Crime Victims' Rights
Most Frequently Viewed Resources
Read about where to file your lawsuit or case. Information on jurisdiction and venue.
If you cannot afford the filing fee or other court costs, you may qualify to have these fees and costs waived by the court.
The Constitution; Executive and Administrative Laws; County, Appellate, Supreme Court, and Federal Districts; State Legislation; and Legal Guides.
Whatever the reason, you have the right to represent yourself, to be your own lawyer in all cases in California.
This section will give you general guidelines for how to best prepare yourself for court.
You can request a free interpreter to be with you in court.
A court interpreter verbally translates (called “interpreting”) everything the judge and others say from spoken English into your primary language, and everything you say back into spoken English.
This resource has the answers to commonly asked questions about court interpreters, including how to ask for one.
Up-to-date transgender people"s rights: airport security, federal employees, workers' rights, healthcare, housing, immigration, medicare, military servicemembers, passports, public accommodations, schools, social security, and survivors of violence.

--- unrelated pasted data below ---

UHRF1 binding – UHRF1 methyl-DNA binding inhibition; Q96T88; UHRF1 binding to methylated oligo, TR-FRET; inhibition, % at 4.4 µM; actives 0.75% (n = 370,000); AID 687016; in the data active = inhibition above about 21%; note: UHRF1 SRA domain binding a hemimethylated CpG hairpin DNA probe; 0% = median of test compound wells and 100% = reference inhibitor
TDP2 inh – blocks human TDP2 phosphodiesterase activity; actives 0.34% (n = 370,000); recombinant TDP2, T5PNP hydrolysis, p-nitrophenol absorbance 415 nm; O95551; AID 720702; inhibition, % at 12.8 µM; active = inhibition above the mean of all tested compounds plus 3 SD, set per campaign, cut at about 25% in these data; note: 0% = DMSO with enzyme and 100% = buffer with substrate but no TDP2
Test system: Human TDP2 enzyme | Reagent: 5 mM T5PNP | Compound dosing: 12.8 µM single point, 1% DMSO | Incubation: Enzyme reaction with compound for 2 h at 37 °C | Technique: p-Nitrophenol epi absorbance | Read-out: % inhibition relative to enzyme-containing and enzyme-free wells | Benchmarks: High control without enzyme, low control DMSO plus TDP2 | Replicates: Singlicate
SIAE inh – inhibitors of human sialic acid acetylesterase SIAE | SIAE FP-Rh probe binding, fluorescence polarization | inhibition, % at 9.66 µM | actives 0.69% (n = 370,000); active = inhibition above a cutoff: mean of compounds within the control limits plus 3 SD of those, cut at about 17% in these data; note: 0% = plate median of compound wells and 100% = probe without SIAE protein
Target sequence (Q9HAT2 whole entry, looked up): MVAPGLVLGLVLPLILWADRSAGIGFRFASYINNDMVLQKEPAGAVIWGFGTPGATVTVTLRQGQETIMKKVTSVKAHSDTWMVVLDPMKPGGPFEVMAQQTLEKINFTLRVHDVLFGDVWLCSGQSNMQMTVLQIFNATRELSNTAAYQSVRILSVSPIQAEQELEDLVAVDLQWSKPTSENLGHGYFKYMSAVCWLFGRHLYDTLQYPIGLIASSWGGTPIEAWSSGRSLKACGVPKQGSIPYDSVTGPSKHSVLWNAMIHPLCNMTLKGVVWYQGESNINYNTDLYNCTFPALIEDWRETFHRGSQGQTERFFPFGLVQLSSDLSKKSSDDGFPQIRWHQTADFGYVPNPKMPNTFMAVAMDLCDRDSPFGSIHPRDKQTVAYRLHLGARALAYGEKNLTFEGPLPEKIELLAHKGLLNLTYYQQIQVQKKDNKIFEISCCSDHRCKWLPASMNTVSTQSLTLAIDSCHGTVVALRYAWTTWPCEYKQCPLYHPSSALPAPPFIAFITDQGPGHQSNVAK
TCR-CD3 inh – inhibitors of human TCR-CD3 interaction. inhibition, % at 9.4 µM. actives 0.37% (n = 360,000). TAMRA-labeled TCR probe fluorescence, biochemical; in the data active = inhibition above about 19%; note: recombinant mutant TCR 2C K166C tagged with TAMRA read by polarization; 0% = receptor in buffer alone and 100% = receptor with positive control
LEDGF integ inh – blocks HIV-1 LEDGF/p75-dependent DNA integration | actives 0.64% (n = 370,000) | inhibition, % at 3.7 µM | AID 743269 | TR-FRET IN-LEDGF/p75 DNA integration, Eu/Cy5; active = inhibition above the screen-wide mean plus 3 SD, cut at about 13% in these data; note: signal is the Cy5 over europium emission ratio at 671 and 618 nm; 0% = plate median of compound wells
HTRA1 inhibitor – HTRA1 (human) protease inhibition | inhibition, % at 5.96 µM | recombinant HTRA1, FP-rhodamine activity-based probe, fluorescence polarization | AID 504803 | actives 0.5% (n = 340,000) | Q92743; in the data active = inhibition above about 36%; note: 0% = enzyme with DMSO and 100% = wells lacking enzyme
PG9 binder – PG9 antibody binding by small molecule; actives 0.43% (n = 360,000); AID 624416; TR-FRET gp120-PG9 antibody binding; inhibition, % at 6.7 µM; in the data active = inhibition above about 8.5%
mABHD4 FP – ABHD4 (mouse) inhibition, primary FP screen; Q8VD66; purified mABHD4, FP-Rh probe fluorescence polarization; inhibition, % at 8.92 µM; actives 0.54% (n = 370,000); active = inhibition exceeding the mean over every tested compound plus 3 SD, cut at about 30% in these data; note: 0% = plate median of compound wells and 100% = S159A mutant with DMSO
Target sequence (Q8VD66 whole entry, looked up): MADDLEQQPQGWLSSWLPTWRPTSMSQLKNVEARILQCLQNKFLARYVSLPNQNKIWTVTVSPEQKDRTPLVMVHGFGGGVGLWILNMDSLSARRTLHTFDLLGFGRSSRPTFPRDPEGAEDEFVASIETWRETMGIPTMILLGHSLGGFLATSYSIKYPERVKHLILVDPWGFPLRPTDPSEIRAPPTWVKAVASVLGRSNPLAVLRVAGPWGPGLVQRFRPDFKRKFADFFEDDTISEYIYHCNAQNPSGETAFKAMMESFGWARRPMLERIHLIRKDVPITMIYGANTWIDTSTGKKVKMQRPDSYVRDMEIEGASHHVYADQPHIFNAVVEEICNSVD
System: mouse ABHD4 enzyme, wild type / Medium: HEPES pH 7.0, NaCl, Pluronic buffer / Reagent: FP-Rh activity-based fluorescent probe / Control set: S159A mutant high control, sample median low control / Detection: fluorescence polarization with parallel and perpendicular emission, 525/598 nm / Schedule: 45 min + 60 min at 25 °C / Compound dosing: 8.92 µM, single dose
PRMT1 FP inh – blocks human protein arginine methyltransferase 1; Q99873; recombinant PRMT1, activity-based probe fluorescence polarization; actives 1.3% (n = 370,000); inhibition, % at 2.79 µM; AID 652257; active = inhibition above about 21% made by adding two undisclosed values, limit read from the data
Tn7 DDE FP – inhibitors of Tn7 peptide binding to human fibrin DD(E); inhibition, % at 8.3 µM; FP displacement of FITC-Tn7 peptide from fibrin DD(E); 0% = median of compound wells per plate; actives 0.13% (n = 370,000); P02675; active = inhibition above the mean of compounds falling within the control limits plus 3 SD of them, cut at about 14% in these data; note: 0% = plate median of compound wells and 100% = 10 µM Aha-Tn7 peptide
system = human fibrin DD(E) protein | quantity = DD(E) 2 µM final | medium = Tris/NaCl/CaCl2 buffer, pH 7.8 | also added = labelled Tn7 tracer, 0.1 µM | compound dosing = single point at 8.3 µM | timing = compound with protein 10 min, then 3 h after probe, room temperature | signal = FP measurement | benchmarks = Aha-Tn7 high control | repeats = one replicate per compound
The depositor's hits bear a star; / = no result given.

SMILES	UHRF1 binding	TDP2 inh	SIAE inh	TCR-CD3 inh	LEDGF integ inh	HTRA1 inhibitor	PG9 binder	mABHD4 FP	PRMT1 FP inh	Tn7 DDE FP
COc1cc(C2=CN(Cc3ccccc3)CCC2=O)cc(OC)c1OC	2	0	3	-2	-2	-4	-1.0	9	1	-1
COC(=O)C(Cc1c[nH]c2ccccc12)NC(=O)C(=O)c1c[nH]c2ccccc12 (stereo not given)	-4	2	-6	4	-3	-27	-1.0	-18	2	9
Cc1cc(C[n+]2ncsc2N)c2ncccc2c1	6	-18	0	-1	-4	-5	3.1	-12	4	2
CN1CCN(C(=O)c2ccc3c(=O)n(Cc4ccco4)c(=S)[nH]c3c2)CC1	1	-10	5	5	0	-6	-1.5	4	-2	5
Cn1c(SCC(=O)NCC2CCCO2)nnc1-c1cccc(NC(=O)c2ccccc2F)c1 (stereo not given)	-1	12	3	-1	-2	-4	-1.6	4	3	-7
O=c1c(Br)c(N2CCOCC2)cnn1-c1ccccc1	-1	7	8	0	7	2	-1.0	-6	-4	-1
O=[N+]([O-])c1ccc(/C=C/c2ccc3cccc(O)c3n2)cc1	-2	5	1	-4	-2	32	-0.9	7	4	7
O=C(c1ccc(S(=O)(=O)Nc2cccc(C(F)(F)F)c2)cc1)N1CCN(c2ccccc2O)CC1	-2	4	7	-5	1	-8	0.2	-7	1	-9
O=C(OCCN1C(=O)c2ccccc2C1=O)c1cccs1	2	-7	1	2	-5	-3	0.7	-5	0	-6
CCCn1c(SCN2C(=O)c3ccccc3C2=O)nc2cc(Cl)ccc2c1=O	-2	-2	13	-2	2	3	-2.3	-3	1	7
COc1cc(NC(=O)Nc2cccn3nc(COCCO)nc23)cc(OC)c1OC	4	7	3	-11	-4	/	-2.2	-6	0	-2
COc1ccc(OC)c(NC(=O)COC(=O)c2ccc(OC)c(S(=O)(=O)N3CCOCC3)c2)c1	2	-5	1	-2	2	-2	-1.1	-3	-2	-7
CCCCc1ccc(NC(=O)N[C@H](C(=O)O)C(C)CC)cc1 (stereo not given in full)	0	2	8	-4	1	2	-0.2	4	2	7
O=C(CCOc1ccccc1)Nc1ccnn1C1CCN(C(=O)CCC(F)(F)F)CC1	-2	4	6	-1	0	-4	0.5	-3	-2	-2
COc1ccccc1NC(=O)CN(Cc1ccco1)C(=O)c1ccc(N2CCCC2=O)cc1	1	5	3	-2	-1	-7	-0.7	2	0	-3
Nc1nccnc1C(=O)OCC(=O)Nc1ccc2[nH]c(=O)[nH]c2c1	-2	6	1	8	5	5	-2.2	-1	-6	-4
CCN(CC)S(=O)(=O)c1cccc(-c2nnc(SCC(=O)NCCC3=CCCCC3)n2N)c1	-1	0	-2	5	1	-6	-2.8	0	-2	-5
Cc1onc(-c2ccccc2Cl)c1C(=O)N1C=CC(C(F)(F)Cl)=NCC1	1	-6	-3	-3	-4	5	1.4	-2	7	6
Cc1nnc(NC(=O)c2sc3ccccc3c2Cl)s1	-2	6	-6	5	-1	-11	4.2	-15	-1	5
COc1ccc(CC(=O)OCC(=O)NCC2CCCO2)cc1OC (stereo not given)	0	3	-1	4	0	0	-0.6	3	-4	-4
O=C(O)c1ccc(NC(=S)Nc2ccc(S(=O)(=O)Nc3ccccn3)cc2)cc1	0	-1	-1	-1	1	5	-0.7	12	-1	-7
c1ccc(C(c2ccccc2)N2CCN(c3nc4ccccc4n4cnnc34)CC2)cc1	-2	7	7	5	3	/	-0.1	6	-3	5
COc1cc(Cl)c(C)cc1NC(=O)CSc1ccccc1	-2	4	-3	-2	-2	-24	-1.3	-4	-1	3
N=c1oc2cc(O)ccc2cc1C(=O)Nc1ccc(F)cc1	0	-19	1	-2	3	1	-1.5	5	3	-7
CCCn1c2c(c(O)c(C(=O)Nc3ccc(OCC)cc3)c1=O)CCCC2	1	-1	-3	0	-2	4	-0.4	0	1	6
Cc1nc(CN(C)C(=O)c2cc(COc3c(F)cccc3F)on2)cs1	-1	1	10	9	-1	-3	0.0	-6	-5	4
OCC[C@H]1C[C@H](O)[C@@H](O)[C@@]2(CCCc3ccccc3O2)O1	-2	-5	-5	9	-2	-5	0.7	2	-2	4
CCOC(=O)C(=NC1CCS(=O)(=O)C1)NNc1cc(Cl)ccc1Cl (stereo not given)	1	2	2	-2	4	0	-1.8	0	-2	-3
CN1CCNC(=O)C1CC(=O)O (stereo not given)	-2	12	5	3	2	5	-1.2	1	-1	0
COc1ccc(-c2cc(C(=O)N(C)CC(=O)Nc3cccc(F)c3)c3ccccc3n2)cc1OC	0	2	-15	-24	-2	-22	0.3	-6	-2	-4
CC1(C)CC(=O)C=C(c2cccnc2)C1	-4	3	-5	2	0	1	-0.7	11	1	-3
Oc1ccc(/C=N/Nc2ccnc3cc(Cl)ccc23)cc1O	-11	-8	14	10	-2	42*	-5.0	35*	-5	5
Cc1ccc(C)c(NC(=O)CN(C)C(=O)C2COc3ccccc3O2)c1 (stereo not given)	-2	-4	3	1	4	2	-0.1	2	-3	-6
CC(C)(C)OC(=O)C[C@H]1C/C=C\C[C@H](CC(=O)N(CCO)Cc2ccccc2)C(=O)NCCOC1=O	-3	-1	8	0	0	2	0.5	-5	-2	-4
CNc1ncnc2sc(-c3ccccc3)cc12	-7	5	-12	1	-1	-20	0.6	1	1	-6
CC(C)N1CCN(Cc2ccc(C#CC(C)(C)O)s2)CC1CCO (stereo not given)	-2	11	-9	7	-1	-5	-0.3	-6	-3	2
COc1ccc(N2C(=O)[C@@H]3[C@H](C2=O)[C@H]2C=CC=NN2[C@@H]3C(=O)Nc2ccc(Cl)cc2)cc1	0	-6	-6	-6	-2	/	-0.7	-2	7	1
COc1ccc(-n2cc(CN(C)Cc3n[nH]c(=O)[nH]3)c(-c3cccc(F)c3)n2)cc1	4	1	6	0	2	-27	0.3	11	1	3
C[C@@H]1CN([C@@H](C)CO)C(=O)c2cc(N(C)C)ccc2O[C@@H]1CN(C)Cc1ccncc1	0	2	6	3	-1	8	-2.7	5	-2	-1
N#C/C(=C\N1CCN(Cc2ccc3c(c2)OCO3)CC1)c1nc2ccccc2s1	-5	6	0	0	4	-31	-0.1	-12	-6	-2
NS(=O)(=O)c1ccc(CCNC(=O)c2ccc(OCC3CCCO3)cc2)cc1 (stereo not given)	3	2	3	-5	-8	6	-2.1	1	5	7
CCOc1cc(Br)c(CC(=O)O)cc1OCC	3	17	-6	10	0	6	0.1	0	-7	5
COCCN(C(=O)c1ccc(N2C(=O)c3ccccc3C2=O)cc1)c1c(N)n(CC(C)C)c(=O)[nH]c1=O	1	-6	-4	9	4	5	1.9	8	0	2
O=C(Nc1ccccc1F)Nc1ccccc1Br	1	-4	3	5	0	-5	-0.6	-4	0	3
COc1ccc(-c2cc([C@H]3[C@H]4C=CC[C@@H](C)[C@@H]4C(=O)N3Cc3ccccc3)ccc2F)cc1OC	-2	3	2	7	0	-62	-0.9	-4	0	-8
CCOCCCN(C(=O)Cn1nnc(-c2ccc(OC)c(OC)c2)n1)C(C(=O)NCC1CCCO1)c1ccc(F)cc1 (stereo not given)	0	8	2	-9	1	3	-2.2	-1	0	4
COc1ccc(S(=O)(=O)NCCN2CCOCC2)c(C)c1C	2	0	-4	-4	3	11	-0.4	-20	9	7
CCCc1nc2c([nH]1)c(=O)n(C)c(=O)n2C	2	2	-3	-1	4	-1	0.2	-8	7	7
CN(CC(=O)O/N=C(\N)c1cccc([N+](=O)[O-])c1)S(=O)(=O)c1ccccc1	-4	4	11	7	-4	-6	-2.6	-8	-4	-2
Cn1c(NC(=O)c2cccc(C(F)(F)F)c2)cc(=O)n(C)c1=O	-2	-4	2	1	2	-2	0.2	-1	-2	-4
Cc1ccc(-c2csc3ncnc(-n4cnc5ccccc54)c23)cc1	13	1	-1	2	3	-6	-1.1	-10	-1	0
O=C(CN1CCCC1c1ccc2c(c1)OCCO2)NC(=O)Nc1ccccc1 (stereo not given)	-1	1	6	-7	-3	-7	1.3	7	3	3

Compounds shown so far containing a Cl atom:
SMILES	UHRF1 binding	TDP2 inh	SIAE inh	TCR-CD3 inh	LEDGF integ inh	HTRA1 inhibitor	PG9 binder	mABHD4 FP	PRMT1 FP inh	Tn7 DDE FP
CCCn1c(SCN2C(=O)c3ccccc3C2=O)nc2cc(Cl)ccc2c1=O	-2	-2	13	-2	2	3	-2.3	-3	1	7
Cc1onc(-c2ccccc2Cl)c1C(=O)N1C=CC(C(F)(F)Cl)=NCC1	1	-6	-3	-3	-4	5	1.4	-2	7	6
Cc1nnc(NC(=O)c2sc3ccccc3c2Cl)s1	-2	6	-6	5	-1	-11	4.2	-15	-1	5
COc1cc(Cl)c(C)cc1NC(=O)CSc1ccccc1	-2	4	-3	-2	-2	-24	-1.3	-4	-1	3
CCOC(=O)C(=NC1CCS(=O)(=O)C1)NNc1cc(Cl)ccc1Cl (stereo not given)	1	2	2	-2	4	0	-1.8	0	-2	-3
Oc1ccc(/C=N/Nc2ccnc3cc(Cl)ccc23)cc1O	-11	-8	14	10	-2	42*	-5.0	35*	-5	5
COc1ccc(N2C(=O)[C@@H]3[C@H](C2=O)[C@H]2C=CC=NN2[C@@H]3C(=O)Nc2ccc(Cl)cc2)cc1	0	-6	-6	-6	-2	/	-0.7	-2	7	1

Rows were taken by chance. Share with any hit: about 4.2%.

What we can do!
Answers to questions about orders to pay restitution.
Immigrant victims are protected by federal law.
In the state of California, victims have a number of rights throughout the criminal justice process.
Alphabetical Listing of Resources
For cases that do not involve the death penalty.
The National Human Trafficking Hotline helps victims who are being forced to do something or work against their will.
What are hate violence and hate crimes? What to do if you feel you"ve been victimized. Civil remedies available under the Ralph Act.
Get help from an advocate or complete your own application.
This page includes information about obtaining lawful status if you are the victim of certain crimes (including domestic abuse) and can obtain a certification that you are, have been or will be helpful in the investigation or prosecution of the crime.
Victims of both juvenile and adult offenders a voice in the criminal justice system and a right to recover losses through restitution.
You have the right to appeal the recommendation. Filing an appeal means that you are asking the Board to reevaluate the recommendation made on your application or request for reimbursement.
Victims may be able to attend hearings and decisions.
Victims have rights, and the Attorney General is committed to ensuring that those rights are protected.